The connected home: Where are we now, and where are we going?

Where’s the market now? 

In the four years that GfK has been tracking consumer familiarity with „smart home“, this category – along with mobile payments and wearables - has seen consumer engagment grow to mass-market levels. Today, 4 in 5 Britons say they know at least a little about smart home technology.  Over the same period, 3D printing and smart cities have somewhat dropped off the radar for consumers, while familiarity with some other technologies has stagnated. Cloud computing is now an invisible enabler of consumer-facing services and we are still waiting for driverless cars to arrive, despite recent revival in news headlines. 

Interviews with UK consumers show two-thirds now own at least one smart home product: that truly is mass-market adoption.  Even if we exclude people who only own smart TVs or smartwatches, we still have 47% of UK consumers with smart home devices. 

The strong growth of smart speakers over the last few years (7% ownership in 2017, to 29% in 2020) has made these the poster child of the connected home.  However, when it comes using smart speakers to control other devices at home, less than half of owners are doing this.  We are more likely to ask Alexa to play music, give us the news or weather, and tell us a joke than to switch on the lights or turn down the thermostat. 

GfK’s point of sales market intelligence shows strong growth in purchases of smart and connected devices for the home.  The year to March 2020 saw more than 17 million devices sold through consumer channels in Great Britain. This brings total sales since the start of 2015  to more than 70 million – approximately 2.6 devices for every household.  And the value of sales now exceeds £3.5 billion annually.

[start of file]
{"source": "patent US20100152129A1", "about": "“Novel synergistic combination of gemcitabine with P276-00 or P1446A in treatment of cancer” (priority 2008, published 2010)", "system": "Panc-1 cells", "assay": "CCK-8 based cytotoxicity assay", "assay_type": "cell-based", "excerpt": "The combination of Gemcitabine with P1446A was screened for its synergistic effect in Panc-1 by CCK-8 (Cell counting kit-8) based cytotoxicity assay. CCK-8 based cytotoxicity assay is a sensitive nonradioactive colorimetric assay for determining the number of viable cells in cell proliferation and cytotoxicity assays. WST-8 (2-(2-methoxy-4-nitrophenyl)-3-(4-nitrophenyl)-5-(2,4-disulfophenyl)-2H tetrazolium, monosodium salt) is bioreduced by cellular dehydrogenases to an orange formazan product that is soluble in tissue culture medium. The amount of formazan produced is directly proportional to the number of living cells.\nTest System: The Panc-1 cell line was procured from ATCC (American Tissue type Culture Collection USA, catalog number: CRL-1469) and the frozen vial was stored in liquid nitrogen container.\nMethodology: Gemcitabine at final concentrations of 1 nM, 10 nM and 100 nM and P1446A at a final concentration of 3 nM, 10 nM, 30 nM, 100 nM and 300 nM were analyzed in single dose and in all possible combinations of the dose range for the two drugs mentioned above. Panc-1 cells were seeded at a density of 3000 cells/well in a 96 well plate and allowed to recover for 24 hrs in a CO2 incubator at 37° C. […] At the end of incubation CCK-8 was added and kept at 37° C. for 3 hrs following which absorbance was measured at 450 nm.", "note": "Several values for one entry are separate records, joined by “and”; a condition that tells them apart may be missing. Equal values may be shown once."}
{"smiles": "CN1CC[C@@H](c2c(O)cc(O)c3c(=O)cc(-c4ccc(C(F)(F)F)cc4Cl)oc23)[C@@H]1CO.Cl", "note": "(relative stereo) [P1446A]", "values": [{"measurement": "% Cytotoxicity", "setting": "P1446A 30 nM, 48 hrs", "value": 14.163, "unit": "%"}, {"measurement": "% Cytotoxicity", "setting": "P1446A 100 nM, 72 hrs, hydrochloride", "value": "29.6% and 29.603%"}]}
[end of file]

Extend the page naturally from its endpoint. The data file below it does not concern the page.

Barriers to overcome to drive further adoption 

Interest in buying connected security and energy management devices (like smart lights, thermostats, and door bells/cameras) is growing, but there is some reluctance to pay more for the benefits that smart or connected products bring in these categories.  The onus on the industry is to shorten replacement and upgrade cycles, to generate value. 

This, in turn, highlights the need to remove concerns that consumers have round the ease of use and the interoperabilty of connected home devices (as well as of the services that enable them), in order to drive wider uptake. 

The essence of the smart home is the interconnection of multiple devices – and the ability of some of those devices to monitor or control others.  True smart homes are not collections of smart devices, but of connected devices plugging in to a few smart hub devices – each of which is, in turn, connecting to the broadband router.  A smart home is like an octopus – with many tentacles and multiple brains! 

Promoting adoption of the more peripheral devices – such as those that provide enhanced home security, or which enable greater energy efficiency - requires consumers to be confident that they will be able easily to plug new devices into their home ecosystem and reap the benefits. 

Final take-away 

Manufacturers and retailers will find it helpful to have a clear view of the different “smart” and “connected” layers within smart homes. They also need to remember that many smart devices are not actually very smart – so the challenge is to make them sexy enough to entice purchasers. That can be done by focusing your marketing around how products overcome any consumer concerns about smart home complexity as well as core benefits. 

Guest blog by Trevor Godman, GfK, gives an overview of take up and consumer appetite for connected home products in 2020. Follow them on Twitter @GfK 

To read more from #ConnectedHome20 Campaign Week visit our landing page by clicking here!

  • Teodora Kaneva

    Teodora Kaneva

    Programme Manager | SmarterUK
    T 020 7331 2016

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